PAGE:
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Sunday, 1 January 2012

Nmap Main Scan types -sA, -sL, -P0

ACK scanning (-sA)

The ACK scanning is an advanced method in Nmap, usually used to map out firewall rulesets. It helps to determine whether  a firewall is stateful or not. ACK scanning sends an ACK packet to the specified ports. If an RST comes back, the specified ports are classified as ‘unfiltered’. If nothing comes back, the ports are determined as ‘filtered’. The scan never showing ports indicates they’re in the ‘open’ state.
Below is the example in our laboratory.

#nmap –sA –v
Starting Nmap V. 2.54BETA30
Host ( appears to be up ... good.
Initiating ACK Scan against (
The ACK Scan took 1 second to scan 1549 ports.
All 1549 scanned ports on ( are: UNfiltered

Nmap run completed -- 1 IP address (1 host up) scanned in 1 second

List scanning (-sL)

List scanning generates and prints a list of IPs/Names without actually pinging or port scanning them. The outputs are shown below.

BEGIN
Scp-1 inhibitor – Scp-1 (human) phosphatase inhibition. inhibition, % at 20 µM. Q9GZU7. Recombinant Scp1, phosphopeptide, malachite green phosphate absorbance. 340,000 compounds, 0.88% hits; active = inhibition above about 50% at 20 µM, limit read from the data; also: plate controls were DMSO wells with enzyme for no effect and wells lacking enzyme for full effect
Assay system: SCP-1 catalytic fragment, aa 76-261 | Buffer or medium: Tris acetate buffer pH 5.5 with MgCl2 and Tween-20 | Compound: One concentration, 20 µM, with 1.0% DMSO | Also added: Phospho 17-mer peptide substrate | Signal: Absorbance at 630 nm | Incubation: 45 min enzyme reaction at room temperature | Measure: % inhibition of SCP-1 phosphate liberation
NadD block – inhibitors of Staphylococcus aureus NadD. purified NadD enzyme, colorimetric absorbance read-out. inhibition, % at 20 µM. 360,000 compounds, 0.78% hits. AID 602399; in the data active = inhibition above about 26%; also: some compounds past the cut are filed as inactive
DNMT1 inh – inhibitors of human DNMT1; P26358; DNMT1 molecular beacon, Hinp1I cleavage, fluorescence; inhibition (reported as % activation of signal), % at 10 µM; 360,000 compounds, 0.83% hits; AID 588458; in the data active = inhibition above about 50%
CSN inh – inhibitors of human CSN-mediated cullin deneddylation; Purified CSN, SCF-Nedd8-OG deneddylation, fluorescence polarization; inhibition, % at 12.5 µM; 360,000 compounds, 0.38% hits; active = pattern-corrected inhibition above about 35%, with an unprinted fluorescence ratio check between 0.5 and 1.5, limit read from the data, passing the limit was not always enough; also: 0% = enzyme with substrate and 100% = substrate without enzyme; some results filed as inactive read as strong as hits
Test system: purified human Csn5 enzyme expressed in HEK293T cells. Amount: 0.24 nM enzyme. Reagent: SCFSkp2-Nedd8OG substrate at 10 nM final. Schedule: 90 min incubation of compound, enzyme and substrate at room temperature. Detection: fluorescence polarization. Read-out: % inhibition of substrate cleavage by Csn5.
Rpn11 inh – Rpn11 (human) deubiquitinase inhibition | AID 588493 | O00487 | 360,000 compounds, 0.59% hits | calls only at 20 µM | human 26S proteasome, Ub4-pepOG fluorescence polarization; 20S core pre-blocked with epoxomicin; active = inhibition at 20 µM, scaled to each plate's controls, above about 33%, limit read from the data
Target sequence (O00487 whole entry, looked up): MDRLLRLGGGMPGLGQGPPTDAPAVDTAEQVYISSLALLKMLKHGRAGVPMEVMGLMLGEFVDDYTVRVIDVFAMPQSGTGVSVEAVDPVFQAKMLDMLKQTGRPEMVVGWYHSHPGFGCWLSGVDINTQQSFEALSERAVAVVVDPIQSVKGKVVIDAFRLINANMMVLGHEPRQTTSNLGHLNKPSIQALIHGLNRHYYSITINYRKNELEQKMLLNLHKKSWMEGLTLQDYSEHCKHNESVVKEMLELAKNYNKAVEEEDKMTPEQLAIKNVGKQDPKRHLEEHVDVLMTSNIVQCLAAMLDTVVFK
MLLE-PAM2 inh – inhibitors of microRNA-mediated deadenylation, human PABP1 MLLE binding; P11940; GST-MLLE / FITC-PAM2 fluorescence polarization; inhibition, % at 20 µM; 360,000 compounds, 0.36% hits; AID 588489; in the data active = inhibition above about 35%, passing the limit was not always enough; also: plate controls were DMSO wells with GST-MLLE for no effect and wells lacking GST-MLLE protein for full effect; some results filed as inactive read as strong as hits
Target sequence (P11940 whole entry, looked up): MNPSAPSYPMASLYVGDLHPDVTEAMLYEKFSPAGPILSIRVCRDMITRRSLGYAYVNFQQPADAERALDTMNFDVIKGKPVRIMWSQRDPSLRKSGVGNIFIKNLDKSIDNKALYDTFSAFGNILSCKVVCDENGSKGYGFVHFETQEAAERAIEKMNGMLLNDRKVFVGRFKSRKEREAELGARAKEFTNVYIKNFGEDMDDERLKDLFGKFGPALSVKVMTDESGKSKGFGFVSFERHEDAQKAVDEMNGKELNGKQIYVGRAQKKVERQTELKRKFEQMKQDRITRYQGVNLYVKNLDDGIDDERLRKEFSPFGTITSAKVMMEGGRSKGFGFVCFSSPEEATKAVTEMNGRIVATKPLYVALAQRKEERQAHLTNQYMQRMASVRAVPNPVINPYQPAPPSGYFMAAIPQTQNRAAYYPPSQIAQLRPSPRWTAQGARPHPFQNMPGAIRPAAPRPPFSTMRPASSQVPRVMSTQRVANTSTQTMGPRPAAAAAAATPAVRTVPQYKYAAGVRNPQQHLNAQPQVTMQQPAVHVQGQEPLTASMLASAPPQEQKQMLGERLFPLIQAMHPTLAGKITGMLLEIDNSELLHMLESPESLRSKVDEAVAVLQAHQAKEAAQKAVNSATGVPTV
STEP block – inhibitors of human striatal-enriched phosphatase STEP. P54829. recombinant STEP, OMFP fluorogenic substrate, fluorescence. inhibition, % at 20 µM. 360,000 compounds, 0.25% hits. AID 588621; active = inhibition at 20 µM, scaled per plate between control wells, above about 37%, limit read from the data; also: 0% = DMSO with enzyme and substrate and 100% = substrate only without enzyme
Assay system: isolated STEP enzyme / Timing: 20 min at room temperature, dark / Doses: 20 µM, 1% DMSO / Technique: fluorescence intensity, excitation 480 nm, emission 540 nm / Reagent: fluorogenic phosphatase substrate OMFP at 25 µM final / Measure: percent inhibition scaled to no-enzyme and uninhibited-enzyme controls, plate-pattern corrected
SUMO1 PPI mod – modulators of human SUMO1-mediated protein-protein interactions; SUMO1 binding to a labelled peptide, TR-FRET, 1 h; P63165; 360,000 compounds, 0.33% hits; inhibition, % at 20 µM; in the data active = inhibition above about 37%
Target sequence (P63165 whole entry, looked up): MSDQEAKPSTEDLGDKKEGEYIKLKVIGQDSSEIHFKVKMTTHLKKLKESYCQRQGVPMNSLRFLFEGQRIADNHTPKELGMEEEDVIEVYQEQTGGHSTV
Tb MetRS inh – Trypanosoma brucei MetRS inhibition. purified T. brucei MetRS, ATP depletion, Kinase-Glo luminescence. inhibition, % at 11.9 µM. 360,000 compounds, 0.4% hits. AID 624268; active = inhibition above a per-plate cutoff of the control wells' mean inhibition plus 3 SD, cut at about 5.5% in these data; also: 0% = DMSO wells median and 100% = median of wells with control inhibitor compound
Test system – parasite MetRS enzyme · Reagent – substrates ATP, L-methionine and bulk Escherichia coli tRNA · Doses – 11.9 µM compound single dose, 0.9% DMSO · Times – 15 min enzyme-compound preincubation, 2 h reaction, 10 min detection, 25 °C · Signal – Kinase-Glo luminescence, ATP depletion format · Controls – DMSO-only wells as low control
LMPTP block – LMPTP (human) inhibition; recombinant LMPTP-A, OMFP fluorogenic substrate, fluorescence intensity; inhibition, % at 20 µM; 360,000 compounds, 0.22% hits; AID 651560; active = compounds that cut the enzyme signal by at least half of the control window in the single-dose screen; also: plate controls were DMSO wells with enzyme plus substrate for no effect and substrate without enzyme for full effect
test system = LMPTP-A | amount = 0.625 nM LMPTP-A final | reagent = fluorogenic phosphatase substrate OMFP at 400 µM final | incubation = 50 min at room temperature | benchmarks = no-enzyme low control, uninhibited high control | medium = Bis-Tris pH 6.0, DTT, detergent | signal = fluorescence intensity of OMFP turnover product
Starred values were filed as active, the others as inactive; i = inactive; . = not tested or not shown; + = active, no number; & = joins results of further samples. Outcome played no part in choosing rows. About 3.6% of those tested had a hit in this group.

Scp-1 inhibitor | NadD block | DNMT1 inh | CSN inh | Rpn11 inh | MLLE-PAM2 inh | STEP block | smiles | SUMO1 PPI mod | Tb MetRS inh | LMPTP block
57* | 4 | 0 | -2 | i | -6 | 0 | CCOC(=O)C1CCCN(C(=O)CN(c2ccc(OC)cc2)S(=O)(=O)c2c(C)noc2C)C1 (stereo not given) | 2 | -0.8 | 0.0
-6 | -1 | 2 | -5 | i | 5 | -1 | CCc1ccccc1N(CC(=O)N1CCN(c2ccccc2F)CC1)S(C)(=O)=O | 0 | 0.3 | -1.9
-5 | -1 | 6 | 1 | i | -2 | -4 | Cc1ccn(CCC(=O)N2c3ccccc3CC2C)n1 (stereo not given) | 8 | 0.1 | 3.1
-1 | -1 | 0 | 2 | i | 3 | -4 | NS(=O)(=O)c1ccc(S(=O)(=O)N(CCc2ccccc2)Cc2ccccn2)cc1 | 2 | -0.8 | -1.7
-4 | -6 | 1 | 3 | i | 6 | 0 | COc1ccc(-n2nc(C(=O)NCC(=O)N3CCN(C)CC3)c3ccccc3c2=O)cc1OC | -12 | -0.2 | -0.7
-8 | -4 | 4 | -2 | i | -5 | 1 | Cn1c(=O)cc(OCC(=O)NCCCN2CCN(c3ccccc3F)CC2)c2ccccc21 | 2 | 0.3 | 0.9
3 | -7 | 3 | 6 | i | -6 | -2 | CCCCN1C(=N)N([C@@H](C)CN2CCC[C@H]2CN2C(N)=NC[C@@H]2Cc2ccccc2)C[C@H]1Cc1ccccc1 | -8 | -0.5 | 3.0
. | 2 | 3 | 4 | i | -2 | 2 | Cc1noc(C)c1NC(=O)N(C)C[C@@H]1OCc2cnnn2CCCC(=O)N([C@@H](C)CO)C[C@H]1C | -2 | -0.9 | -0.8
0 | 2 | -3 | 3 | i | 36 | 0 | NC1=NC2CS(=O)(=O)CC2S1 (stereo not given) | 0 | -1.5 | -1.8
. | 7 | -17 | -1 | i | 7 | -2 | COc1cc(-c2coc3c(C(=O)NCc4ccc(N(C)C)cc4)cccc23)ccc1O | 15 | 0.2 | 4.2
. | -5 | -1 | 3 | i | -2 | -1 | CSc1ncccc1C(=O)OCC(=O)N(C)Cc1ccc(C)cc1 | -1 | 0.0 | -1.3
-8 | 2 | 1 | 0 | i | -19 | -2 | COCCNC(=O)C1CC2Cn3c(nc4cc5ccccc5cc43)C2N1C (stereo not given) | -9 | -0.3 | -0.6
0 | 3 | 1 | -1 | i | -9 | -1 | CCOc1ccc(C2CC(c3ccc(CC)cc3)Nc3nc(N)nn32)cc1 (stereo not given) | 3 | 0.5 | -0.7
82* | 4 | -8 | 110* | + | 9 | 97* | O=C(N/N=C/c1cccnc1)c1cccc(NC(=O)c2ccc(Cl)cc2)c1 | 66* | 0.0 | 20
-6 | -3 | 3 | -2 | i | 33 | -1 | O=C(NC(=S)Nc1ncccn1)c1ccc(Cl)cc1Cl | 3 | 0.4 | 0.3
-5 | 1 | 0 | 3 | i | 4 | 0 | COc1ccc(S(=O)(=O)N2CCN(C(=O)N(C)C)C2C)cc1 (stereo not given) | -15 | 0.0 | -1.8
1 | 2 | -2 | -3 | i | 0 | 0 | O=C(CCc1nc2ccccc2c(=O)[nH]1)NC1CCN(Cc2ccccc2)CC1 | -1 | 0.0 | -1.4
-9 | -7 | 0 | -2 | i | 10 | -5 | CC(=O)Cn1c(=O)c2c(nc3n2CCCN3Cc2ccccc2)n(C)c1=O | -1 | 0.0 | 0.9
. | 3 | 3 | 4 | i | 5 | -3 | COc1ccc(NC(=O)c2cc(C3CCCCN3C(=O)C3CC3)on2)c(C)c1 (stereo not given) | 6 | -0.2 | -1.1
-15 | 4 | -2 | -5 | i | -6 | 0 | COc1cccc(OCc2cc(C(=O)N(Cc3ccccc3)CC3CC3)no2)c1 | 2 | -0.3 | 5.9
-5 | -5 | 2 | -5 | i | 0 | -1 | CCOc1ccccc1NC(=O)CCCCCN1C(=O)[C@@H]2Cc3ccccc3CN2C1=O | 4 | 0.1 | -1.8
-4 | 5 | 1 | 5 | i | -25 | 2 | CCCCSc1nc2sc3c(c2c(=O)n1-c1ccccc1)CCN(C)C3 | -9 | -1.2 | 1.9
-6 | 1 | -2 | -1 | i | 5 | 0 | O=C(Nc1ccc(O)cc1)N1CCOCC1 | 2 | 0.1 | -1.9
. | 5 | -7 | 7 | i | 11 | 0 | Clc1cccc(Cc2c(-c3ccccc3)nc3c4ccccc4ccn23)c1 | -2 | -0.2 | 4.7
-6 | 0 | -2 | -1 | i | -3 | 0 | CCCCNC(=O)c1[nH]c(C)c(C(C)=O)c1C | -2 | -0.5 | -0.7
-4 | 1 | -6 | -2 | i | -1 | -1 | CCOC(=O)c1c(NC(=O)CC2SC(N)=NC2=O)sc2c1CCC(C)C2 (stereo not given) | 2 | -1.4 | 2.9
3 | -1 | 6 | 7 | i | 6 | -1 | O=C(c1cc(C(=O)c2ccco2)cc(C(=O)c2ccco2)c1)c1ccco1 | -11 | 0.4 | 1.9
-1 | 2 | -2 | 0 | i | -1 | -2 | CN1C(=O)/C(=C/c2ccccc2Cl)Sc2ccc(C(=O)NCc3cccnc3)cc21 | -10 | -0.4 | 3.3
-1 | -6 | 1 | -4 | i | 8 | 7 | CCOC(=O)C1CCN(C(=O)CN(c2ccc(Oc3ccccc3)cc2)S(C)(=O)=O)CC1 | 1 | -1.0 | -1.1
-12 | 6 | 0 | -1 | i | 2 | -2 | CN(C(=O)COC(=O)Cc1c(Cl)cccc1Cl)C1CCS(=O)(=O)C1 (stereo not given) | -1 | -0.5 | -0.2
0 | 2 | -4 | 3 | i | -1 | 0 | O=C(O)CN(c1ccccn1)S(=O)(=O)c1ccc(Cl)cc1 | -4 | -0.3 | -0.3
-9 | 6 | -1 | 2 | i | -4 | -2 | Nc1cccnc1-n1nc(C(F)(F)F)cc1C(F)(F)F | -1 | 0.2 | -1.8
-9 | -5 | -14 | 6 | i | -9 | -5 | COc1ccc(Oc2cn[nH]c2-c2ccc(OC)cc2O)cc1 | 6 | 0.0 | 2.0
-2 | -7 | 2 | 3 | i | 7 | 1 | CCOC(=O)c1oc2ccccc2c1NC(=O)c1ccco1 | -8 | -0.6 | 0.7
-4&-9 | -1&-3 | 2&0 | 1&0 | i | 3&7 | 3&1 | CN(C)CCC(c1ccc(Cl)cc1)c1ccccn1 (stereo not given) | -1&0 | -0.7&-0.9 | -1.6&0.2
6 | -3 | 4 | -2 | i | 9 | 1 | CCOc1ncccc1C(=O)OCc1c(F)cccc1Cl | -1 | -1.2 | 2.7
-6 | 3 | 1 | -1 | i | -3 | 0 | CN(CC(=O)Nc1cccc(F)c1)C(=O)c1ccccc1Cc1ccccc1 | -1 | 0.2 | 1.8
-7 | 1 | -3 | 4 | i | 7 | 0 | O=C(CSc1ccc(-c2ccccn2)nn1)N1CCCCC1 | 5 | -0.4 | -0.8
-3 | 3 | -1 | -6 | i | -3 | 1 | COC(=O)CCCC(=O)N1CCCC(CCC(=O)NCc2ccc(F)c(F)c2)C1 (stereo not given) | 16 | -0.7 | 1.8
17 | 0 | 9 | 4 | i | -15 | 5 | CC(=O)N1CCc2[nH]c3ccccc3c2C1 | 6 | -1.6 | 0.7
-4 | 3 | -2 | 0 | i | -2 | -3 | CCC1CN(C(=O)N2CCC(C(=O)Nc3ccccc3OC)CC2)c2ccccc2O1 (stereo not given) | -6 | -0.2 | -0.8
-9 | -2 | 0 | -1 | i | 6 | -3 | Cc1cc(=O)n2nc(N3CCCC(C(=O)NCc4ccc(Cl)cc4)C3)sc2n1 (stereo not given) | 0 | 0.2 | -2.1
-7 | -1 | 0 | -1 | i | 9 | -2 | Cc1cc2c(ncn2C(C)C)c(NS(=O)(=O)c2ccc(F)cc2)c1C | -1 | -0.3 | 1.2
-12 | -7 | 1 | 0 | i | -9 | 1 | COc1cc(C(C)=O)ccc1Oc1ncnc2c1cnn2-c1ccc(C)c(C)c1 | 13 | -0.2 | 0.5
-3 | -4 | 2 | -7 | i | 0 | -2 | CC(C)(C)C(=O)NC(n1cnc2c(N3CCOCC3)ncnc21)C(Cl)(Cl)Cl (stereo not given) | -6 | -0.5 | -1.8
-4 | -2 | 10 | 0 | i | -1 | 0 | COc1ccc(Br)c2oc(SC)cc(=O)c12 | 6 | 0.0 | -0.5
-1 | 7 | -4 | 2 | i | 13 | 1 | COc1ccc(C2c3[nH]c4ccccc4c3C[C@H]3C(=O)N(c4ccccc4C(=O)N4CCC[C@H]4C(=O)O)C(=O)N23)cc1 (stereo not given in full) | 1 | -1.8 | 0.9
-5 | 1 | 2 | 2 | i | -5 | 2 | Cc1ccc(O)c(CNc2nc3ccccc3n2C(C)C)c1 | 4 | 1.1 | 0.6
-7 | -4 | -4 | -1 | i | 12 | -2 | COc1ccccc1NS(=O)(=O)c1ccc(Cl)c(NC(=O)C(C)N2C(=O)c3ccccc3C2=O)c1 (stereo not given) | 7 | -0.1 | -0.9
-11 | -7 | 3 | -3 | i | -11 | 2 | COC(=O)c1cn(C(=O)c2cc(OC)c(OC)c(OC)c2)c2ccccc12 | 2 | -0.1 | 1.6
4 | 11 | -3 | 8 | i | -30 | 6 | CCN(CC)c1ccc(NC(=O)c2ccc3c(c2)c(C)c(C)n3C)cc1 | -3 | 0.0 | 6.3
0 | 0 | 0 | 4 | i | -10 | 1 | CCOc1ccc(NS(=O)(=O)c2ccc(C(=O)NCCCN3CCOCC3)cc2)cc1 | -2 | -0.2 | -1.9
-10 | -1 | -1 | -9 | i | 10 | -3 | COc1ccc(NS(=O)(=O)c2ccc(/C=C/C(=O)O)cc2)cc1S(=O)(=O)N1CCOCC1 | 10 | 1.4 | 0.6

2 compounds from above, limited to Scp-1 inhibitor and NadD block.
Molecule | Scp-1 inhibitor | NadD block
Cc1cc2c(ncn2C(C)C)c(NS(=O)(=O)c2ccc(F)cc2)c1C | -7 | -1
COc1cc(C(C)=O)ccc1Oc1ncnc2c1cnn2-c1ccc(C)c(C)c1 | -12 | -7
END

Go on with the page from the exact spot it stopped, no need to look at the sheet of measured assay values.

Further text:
#nmap –sL –v
Starting Nmap V. 2.54BETA30
Host ( not scanned

Nmap run completed -- 1 IP address (0 hosts up) scanned in 0 seconds

P0 option (-P0)

An option that is useful with scans is "-P0". Also called ‘Don’t ping host.’  Do not try and ping host at all before scanning them. This option allows the scanning of networks that don’t allow ICMP echo requests (for example, through their firewalls. Since Nmap will ping a target with both TCP "ping" and ICMP echo before attempting a port scan, sites blocking ICMP and TCP probes will not be scanned by default.
#nmap –p0 –v

Starting Nmap V. 2.54BETA30
Interesting ports on (
(The 1543 ports scanned but not shown below are in state: closed)
Port       State       Service
23/tcp     open        telnet                 
24/tcp     open        priv-mail               
80/tcp     open        http                   
139/tcp    open        netbios-ssn            
515/tcp    open        printer                
1723/tcp   open        pptp                   

Nmap run completed -- 1 IP address (1 host up) scanned in 1 second

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